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N2 - PURPOSE. Genomewide linkage scans were performed in Caucasian (CAUC) and Old Order Amish (OOA) families to identify genomic regions containing genes responsible for refractive error control. We also performed a meta-analysis by combining these results with our previous linkage results from Ashkenazi Jewish (ASHK) and African American (AFRAM) families. METHODS. Two hundred seventy-one CAUC and 411 OOA participants (36 and 61 families, respectively) were recruited to participate in the Myopia Family Study. Recruitment criteria were designed to enrich the sample for multiplex myopic families. Genomewide, model-free, multipoint linkage analyses were performed separately for each population by using >370 microsatellite markers. Empirical significance levels were determined via gene-dropping simulations. A meta-analysis was performed by combining linkage results from the CAUC, OOA, AFRAM, and ASHK samples, and results were compared to previously reported loci for myopia and refraction. RESULTS. Suggestive evidence of linkage was found at 12q24 (LOD = 4.583, P = 0.00037) and 4q21 (LOD = 2.72, P = 0.0028) in the CAUC sample and at 5qter (LOD = 3.271, P = 0.0014) in the OOA. Meta-analysis linkage results were largely driven by population-specific signals from ASHK and AFRAM families. The meta-analysis showed suggestive evidence of linkage to 4q21-22 (meta-P = 0.00214) adjacent to the previously reported MYP9 and MYP11 loci. CONCLUSIONS. The results showed suggestive evidence of linkage of ocular refraction to 12q24 and 4q21 in CAUC and to 5qter in OOA families. The meta-analysis supports the view that several genes play a role in refractive development across populations. In MFS families, four broad genomic regions (on 1p, 4q, 7p, and 12q) most likely contain genes that influence ocular refraction.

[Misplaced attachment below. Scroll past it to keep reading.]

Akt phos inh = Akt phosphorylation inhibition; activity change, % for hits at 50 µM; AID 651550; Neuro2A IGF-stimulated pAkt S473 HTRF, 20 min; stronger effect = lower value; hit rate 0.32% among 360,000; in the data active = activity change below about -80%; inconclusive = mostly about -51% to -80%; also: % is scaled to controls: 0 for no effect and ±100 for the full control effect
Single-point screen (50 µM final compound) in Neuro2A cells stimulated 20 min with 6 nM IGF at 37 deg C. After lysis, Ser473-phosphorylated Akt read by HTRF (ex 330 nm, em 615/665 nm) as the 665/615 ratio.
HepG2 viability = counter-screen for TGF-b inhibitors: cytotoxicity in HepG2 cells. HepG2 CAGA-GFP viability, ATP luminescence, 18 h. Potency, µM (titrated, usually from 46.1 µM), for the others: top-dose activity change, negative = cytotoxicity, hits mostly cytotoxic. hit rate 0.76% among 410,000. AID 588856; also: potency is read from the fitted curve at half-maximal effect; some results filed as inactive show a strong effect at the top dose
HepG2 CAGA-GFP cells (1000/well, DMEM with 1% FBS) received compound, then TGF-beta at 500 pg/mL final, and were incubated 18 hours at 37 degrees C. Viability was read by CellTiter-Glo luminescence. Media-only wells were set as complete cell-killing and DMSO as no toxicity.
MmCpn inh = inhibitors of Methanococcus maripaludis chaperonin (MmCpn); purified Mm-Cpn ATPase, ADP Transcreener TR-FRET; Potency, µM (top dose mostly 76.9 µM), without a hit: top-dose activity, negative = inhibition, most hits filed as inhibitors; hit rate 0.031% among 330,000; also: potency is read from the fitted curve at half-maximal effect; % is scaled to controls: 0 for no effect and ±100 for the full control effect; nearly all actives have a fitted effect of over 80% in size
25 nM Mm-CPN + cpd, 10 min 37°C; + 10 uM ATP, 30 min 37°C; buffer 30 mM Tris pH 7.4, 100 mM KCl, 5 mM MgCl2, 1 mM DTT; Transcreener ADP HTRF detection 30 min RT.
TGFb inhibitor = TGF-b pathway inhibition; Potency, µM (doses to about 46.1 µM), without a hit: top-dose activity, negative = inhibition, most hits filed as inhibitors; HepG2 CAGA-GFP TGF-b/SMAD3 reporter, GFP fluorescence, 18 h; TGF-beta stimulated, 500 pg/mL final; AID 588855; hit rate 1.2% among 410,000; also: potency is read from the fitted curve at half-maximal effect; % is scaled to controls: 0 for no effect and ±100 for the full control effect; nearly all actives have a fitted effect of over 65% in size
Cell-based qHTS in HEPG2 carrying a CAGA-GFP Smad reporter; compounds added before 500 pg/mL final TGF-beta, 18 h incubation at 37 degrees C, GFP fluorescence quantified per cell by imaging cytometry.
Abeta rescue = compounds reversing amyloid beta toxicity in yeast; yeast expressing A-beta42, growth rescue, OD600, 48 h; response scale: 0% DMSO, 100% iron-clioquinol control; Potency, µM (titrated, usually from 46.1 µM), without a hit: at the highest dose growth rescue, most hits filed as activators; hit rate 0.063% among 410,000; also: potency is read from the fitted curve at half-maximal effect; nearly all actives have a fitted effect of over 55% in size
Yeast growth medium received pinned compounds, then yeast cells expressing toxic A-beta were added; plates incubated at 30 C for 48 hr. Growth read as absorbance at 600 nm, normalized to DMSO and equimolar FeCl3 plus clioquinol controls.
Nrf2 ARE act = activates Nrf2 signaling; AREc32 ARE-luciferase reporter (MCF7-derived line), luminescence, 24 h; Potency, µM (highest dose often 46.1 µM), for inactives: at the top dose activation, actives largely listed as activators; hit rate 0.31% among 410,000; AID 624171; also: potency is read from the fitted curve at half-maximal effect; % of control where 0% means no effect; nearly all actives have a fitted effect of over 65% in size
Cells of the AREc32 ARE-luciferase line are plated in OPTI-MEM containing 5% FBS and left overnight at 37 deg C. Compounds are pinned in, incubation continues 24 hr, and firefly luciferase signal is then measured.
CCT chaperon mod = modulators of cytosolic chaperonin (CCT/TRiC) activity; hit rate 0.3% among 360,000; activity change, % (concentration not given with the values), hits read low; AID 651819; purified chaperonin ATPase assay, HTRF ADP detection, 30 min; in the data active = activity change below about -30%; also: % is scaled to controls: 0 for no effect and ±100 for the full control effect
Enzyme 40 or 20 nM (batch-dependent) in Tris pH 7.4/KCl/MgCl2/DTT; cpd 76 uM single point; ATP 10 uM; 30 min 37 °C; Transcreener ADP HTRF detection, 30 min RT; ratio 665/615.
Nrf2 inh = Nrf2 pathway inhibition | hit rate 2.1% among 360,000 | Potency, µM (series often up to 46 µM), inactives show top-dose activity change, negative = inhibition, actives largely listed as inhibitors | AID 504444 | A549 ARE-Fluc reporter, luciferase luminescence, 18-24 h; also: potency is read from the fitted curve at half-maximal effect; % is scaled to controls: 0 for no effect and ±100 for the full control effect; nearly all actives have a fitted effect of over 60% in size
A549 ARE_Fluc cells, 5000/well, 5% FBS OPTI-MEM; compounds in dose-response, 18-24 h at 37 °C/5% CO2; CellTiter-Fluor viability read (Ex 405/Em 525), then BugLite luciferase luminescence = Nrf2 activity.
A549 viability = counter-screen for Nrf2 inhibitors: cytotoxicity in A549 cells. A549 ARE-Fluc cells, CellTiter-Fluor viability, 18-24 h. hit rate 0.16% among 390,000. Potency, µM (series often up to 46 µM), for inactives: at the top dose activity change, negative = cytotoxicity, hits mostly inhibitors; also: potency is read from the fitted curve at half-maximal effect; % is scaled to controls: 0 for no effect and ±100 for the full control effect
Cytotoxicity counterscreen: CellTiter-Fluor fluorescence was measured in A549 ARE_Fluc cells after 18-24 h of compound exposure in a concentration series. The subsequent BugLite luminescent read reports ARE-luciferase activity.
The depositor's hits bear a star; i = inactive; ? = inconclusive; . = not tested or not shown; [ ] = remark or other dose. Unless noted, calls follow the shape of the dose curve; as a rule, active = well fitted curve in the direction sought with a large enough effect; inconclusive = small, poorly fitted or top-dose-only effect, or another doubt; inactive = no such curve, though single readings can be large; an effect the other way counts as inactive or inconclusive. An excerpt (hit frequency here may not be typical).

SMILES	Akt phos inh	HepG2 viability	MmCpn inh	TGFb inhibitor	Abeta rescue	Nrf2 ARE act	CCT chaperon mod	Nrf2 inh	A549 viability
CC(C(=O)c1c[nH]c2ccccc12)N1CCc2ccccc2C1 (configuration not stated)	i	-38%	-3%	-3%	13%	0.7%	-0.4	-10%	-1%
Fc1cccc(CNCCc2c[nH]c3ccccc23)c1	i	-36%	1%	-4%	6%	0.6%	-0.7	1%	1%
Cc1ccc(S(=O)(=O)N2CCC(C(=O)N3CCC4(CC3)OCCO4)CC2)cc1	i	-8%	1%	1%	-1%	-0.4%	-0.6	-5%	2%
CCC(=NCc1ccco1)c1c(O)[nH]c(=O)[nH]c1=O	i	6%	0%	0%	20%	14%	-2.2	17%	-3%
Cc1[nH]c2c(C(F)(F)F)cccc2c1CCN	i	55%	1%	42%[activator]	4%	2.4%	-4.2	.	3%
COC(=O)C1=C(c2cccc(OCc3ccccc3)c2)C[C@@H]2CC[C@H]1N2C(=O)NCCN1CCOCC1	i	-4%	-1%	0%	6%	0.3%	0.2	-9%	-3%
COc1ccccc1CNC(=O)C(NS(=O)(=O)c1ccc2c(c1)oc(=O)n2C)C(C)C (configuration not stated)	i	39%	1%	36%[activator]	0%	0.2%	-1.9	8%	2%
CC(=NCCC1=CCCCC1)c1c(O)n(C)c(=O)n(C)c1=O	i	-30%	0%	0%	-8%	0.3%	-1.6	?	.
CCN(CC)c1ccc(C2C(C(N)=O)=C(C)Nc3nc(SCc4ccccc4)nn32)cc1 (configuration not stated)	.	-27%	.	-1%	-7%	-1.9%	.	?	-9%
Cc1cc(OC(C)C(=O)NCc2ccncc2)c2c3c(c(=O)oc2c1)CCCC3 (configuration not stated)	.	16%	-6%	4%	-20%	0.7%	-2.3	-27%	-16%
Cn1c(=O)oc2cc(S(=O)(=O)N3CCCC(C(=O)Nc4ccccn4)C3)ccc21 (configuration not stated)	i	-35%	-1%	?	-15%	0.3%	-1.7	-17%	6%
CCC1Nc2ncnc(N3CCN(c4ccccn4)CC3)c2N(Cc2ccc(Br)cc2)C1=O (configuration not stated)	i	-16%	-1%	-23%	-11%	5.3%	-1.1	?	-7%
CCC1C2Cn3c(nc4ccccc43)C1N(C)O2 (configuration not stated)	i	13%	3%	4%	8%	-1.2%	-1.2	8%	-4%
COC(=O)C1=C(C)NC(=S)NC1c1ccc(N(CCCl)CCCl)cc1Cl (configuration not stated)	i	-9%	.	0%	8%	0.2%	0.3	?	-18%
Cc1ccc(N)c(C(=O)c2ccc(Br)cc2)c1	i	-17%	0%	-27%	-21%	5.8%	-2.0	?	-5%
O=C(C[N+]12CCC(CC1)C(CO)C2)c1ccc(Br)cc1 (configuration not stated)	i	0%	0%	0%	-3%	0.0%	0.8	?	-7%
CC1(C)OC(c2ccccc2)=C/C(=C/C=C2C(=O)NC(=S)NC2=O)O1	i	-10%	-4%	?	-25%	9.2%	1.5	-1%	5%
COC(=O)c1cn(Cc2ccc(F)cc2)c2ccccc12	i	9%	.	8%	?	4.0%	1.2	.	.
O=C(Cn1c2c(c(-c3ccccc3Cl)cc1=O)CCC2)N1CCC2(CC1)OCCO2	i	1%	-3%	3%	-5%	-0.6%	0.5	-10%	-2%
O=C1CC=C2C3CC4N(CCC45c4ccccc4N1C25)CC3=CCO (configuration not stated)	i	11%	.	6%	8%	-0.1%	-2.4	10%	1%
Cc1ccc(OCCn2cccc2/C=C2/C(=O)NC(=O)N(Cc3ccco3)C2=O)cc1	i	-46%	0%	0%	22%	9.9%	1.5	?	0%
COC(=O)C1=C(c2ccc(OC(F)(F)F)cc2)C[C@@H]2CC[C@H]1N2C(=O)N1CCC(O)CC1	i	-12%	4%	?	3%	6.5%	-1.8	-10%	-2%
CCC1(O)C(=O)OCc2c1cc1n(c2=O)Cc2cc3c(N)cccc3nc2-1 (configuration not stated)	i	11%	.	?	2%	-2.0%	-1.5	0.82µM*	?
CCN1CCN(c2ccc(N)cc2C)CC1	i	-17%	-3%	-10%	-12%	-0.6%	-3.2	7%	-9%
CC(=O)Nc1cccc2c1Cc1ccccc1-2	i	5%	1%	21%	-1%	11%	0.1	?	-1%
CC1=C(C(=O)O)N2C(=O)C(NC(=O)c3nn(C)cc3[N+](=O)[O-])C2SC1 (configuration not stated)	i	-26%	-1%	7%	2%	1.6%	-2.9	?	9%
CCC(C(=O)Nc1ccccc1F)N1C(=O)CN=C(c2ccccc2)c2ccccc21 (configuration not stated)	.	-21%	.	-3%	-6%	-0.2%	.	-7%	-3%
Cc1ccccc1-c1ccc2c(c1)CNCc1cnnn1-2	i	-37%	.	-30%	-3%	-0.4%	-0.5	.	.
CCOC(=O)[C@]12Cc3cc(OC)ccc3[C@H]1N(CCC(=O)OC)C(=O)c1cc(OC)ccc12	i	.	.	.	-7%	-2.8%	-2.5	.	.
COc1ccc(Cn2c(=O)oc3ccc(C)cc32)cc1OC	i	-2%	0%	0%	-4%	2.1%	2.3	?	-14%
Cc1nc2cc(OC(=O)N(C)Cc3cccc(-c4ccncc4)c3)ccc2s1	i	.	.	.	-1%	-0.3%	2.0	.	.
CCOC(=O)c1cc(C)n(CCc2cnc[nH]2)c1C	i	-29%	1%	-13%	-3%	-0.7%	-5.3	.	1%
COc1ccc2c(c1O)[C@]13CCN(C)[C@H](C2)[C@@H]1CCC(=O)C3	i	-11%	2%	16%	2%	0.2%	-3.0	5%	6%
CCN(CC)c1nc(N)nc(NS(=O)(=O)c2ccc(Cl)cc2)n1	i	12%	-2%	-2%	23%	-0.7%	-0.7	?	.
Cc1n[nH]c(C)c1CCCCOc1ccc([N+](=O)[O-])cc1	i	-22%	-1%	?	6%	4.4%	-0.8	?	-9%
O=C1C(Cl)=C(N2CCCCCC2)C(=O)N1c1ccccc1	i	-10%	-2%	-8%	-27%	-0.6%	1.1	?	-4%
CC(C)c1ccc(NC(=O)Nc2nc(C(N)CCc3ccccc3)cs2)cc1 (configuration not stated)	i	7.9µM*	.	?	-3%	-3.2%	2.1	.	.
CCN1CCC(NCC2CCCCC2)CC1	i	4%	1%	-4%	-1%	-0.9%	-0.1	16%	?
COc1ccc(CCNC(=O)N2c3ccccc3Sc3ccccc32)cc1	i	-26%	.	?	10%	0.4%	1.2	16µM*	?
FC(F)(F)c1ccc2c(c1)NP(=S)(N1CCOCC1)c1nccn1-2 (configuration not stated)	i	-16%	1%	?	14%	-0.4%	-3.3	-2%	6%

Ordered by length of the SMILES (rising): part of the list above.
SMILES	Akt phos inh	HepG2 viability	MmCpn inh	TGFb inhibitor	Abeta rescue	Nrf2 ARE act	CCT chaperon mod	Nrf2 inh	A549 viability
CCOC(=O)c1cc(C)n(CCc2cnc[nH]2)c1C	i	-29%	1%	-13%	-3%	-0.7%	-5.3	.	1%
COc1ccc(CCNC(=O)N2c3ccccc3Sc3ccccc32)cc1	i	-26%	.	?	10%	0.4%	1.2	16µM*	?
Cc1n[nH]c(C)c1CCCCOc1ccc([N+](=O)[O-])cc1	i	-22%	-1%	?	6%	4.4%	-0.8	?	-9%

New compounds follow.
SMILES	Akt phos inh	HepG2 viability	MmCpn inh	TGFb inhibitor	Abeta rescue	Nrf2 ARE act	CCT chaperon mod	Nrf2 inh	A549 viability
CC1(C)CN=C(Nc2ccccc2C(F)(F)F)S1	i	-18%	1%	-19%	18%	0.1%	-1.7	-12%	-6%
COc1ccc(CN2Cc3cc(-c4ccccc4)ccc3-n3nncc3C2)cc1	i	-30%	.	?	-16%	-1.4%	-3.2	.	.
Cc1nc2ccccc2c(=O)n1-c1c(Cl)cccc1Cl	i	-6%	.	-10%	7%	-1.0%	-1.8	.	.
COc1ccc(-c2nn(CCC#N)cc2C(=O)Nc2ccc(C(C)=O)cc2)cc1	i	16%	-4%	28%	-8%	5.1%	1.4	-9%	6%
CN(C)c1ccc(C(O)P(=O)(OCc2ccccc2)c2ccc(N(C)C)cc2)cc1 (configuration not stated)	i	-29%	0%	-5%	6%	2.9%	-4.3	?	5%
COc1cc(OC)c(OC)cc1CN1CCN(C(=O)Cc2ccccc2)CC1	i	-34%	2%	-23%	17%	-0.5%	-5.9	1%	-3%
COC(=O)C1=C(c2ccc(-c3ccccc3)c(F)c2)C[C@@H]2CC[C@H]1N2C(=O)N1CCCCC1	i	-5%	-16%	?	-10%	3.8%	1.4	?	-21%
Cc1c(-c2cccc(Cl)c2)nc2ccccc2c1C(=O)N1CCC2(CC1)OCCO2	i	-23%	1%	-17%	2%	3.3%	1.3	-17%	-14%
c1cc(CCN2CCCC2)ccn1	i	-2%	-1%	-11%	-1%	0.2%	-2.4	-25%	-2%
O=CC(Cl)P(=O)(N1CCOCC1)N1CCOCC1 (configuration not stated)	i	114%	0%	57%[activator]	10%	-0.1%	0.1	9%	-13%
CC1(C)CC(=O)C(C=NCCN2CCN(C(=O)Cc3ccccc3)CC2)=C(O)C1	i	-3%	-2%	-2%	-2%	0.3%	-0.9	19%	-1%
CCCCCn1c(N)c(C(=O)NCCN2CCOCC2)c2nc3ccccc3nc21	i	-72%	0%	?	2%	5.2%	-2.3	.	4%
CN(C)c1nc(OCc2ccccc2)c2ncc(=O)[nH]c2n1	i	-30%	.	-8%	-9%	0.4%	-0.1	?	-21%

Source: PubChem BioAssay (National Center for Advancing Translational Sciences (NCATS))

AB - PURPOSE. Genomewide linkage scans were performed in Caucasian (CAUC) and Old Order Amish (OOA) families to identify genomic regions containing genes responsible for refractive error control. We also performed a meta-analysis by combining these results with our previous linkage results from Ashkenazi Jewish (ASHK) and African American (AFRAM) families. METHODS. Two hundred seventy-one CAUC and 411 OOA participants (36 and 61 families, respectively) were recruited to participate in the Myopia Family Study. Recruitment criteria were designed to enrich the sample for multiplex myopic families. Genomewide, model-free, multipoint linkage analyses were performed separately for each population by using >370 microsatellite markers. Empirical significance levels were determined via gene-dropping simulations. A meta-analysis was performed by combining linkage results from the CAUC, OOA, AFRAM, and ASHK samples, and results were compared to previously reported loci for myopia and refraction. RESULTS. Suggestive evidence of linkage was found at 12q24 (LOD = 4.583, P = 0.00037) and 4q21 (LOD = 2.72, P = 0.0028) in the CAUC sample and at 5qter (LOD = 3.271, P = 0.0014) in the OOA. Meta-analysis linkage results were largely driven by population-specific signals from ASHK and AFRAM families. The meta-analysis showed suggestive evidence of linkage to 4q21-22 (meta-P = 0.00214) adjacent to the previously reported MYP9 and MYP11 loci. CONCLUSIONS. The results showed suggestive evidence of linkage of ocular refraction to 12q24 and 4q21 in CAUC and to 5qter in OOA families. The meta-analysis supports the view that several genes play a role in refractive development across populations. In MFS families, four broad genomic regions (on 1p, 4q, 7p, and 12q) most likely contain genes that influence ocular refraction.